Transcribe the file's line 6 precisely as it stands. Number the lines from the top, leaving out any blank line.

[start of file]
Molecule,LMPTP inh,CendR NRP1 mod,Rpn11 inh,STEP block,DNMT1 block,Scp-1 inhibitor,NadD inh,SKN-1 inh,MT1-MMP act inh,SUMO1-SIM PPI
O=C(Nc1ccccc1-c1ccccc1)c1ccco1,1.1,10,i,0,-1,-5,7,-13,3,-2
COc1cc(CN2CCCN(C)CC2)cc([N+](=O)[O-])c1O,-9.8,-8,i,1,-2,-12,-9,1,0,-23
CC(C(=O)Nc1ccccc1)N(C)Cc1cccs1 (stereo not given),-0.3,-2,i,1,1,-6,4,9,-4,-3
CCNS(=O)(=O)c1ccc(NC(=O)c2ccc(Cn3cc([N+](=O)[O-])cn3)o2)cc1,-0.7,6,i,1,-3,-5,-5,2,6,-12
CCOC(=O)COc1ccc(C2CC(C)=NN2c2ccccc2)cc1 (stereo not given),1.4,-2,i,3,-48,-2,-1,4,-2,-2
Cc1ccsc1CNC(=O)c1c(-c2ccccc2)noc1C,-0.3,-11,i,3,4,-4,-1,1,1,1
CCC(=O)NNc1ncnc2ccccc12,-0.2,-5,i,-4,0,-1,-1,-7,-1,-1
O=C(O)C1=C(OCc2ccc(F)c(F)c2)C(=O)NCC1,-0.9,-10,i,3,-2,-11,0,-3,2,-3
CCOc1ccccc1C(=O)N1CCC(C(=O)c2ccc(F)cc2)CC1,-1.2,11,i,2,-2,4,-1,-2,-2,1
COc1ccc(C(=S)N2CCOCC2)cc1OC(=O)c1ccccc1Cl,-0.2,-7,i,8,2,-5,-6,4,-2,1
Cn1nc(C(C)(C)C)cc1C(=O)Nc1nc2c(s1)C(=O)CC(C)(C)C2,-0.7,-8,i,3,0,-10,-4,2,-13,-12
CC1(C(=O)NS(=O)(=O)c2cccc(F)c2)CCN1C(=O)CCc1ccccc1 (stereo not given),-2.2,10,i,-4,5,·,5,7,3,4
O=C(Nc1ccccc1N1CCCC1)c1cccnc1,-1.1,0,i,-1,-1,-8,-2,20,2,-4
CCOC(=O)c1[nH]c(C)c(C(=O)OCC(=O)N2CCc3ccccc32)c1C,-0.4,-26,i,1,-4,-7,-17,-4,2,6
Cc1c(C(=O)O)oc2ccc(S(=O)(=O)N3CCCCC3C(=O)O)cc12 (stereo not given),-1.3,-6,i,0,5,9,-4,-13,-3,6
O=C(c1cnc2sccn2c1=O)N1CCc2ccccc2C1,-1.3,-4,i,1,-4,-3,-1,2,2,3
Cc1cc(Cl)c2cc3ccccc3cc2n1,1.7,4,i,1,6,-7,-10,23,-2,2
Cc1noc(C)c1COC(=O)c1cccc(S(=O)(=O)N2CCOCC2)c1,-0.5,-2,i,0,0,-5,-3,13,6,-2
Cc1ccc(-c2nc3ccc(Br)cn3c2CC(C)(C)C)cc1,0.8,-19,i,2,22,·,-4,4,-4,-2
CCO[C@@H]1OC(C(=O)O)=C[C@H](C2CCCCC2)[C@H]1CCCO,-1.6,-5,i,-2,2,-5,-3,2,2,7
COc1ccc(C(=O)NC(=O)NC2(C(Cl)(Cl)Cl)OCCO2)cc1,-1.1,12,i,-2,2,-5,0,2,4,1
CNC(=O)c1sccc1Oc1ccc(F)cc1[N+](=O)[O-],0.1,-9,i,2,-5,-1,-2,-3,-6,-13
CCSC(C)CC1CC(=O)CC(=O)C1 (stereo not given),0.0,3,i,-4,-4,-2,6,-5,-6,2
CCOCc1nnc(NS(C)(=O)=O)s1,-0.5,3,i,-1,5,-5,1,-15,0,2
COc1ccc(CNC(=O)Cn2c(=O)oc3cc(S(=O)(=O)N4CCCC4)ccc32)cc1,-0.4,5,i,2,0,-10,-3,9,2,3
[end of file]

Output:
CCOC(=O)COc1ccc(C2CC(C)=NN2c2ccccc2)cc1 (stereo not given),1.4,-2,i,3,-48,-2,-1,4,-2,-2